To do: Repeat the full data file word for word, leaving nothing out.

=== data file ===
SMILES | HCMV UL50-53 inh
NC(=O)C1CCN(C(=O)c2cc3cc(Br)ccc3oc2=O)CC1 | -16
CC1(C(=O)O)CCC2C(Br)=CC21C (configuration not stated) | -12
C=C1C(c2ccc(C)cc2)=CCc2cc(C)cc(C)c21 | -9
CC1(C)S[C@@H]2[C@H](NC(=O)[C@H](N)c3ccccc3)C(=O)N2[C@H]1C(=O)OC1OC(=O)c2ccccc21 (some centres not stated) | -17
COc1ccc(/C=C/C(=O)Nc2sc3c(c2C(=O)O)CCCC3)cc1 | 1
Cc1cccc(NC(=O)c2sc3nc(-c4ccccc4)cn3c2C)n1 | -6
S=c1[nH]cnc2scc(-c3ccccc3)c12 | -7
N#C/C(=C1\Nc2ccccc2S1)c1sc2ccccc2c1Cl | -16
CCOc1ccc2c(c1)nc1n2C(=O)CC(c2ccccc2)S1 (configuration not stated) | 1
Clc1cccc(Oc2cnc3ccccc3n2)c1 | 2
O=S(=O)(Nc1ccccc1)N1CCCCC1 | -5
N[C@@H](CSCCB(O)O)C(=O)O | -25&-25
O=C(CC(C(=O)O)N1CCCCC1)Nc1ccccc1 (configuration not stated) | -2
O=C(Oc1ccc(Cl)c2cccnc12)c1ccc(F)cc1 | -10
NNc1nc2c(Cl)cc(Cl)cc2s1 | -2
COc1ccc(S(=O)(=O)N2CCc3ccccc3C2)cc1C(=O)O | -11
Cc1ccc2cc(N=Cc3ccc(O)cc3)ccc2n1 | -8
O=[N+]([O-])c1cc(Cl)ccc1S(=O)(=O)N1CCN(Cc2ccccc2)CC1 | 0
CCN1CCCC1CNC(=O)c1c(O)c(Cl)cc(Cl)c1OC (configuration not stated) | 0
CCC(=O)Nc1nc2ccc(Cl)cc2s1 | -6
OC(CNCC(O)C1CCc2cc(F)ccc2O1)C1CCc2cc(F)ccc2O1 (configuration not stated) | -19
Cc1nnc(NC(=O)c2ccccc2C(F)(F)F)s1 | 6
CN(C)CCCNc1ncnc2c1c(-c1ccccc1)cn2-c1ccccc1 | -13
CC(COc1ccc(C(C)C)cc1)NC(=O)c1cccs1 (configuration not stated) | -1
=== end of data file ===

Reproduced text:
SMILES | HCMV UL50-53 inh
NC(=O)C1CCN(C(=O)c2cc3cc(Br)ccc3oc2=O)CC1 | -16
CC1(C(=O)O)CCC2C(Br)=CC21C (configuration not stated) | -12
C=C1C(c2ccc(C)cc2)=CCc2cc(C)cc(C)c21 | -9
CC1(C)S[C@@H]2[C@H](NC(=O)[C@H](N)c3ccccc3)C(=O)N2[C@H]1C(=O)OC1OC(=O)c2ccccc21 (some centres not stated) | -17
COc1ccc(/C=C/C(=O)Nc2sc3c(c2C(=O)O)CCCC3)cc1 | 1
Cc1cccc(NC(=O)c2sc3nc(-c4ccccc4)cn3c2C)n1 | -6
S=c1[nH]cnc2scc(-c3ccccc3)c12 | -7
N#C/C(=C1\Nc2ccccc2S1)c1sc2ccccc2c1Cl | -16
CCOc1ccc2c(c1)nc1n2C(=O)CC(c2ccccc2)S1 (configuration not stated) | 1
Clc1cccc(Oc2cnc3ccccc3n2)c1 | 2
O=S(=O)(Nc1ccccc1)N1CCCCC1 | -5
N[C@@H](CSCCB(O)O)C(=O)O | -25&-25
O=C(CC(C(=O)O)N1CCCCC1)Nc1ccccc1 (configuration not stated) | -2
O=C(Oc1ccc(Cl)c2cccnc12)c1ccc(F)cc1 | -10
NNc1nc2c(Cl)cc(Cl)cc2s1 | -2
COc1ccc(S(=O)(=O)N2CCc3ccccc3C2)cc1C(=O)O | -11
Cc1ccc2cc(N=Cc3ccc(O)cc3)ccc2n1 | -8
O=[N+]([O-])c1cc(Cl)ccc1S(=O)(=O)N1CCN(Cc2ccccc2)CC1 | 0
CCN1CCCC1CNC(=O)c1c(O)c(Cl)cc(Cl)c1OC (configuration not stated) | 0
CCC(=O)Nc1nc2ccc(Cl)cc2s1 | -6
OC(CNCC(O)C1CCc2cc(F)ccc2O1)C1CCc2cc(F)ccc2O1 (configuration not stated) | -19
Cc1nnc(NC(=O)c2ccccc2C(F)(F)F)s1 | 6
CN(C)CCCNc1ncnc2c1c(-c1ccccc1)cn2-c1ccccc1 | -13
CC(COc1ccc(C(C)C)cc1)NC(=O)c1cccs1 (configuration not stated) | -1